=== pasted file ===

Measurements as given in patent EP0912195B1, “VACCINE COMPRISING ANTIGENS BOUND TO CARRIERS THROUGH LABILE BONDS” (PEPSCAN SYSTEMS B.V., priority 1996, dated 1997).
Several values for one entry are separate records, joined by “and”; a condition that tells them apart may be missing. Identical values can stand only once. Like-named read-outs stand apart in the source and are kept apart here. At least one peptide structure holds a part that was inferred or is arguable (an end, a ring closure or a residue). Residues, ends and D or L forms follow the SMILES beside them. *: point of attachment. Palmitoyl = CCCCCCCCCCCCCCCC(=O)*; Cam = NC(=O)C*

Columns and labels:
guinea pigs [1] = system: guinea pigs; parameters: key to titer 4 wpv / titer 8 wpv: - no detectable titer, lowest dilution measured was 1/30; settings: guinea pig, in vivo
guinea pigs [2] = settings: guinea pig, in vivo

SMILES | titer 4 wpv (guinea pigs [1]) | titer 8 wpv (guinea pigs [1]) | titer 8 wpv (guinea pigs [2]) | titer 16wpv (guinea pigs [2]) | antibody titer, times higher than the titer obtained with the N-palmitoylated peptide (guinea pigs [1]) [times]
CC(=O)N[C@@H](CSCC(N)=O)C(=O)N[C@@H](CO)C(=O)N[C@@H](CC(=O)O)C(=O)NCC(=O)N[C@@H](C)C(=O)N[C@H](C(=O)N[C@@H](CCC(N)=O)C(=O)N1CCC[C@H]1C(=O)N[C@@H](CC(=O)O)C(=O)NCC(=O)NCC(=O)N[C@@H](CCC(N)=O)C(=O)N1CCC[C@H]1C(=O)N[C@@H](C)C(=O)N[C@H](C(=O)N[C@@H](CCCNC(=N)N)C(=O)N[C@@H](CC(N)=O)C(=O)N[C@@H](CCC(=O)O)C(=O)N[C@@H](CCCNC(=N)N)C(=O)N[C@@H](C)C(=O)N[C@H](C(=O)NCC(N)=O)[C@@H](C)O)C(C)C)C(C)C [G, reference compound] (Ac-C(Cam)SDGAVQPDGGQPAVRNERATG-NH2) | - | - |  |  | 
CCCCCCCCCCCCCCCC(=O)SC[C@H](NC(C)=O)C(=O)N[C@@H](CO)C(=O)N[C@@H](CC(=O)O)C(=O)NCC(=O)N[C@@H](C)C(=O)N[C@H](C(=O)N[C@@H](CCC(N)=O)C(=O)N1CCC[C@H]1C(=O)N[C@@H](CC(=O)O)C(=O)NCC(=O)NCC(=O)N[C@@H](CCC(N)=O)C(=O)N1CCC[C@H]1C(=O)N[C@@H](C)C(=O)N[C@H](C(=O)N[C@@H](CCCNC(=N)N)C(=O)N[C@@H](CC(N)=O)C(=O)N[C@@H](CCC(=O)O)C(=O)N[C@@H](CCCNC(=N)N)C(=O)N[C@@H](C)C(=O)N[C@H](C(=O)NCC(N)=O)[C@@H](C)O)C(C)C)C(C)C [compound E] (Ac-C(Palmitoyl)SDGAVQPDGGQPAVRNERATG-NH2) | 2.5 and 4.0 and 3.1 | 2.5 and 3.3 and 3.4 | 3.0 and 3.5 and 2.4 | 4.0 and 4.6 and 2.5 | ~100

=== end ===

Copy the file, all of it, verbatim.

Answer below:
Measurements as given in patent EP0912195B1, “VACCINE COMPRISING ANTIGENS BOUND TO CARRIERS THROUGH LABILE BONDS” (PEPSCAN SYSTEMS B.V., priority 1996, dated 1997).
Several values for one entry are separate records, joined by “and”; a condition that tells them apart may be missing. Identical values can stand only once. Like-named read-outs stand apart in the source and are kept apart here. At least one peptide structure holds a part that was inferred or is arguable (an end, a ring closure or a residue). Residues, ends and D or L forms follow the SMILES beside them. *: point of attachment. Palmitoyl = CCCCCCCCCCCCCCCC(=O)*; Cam = NC(=O)C*

Columns and labels:
guinea pigs [1] = system: guinea pigs; parameters: key to titer 4 wpv / titer 8 wpv: - no detectable titer, lowest dilution measured was 1/30; settings: guinea pig, in vivo
guinea pigs [2] = settings: guinea pig, in vivo

SMILES | titer 4 wpv (guinea pigs [1]) | titer 8 wpv (guinea pigs [1]) | titer 8 wpv (guinea pigs [2]) | titer 16wpv (guinea pigs [2]) | antibody titer, times higher than the titer obtained with the N-palmitoylated peptide (guinea pigs [1]) [times]
CC(=O)N[C@@H](CSCC(N)=O)C(=O)N[C@@H](CO)C(=O)N[C@@H](CC(=O)O)C(=O)NCC(=O)N[C@@H](C)C(=O)N[C@H](C(=O)N[C@@H](CCC(N)=O)C(=O)N1CCC[C@H]1C(=O)N[C@@H](CC(=O)O)C(=O)NCC(=O)NCC(=O)N[C@@H](CCC(N)=O)C(=O)N1CCC[C@H]1C(=O)N[C@@H](C)C(=O)N[C@H](C(=O)N[C@@H](CCCNC(=N)N)C(=O)N[C@@H](CC(N)=O)C(=O)N[C@@H](CCC(=O)O)C(=O)N[C@@H](CCCNC(=N)N)C(=O)N[C@@H](C)C(=O)N[C@H](C(=O)NCC(N)=O)[C@@H](C)O)C(C)C)C(C)C [G, reference compound] (Ac-C(Cam)SDGAVQPDGGQPAVRNERATG-NH2) | - | - |  |  | 
CCCCCCCCCCCCCCCC(=O)SC[C@H](NC(C)=O)C(=O)N[C@@H](CO)C(=O)N[C@@H](CC(=O)O)C(=O)NCC(=O)N[C@@H](C)C(=O)N[C@H](C(=O)N[C@@H](CCC(N)=O)C(=O)N1CCC[C@H]1C(=O)N[C@@H](CC(=O)O)C(=O)NCC(=O)NCC(=O)N[C@@H](CCC(N)=O)C(=O)N1CCC[C@H]1C(=O)N[C@@H](C)C(=O)N[C@H](C(=O)N[C@@H](CCCNC(=N)N)C(=O)N[C@@H](CC(N)=O)C(=O)N[C@@H](CCC(=O)O)C(=O)N[C@@H](CCCNC(=N)N)C(=O)N[C@@H](C)C(=O)N[C@H](C(=O)NCC(N)=O)[C@@H](C)O)C(C)C)C(C)C [compound E] (Ac-C(Palmitoyl)SDGAVQPDGGQPAVRNERATG-NH2) | 2.5 and 4.0 and 3.1 | 2.5 and 3.3 and 3.4 | 3.0 and 3.5 and 2.4 | 4.0 and 4.6 and 2.5 | ~100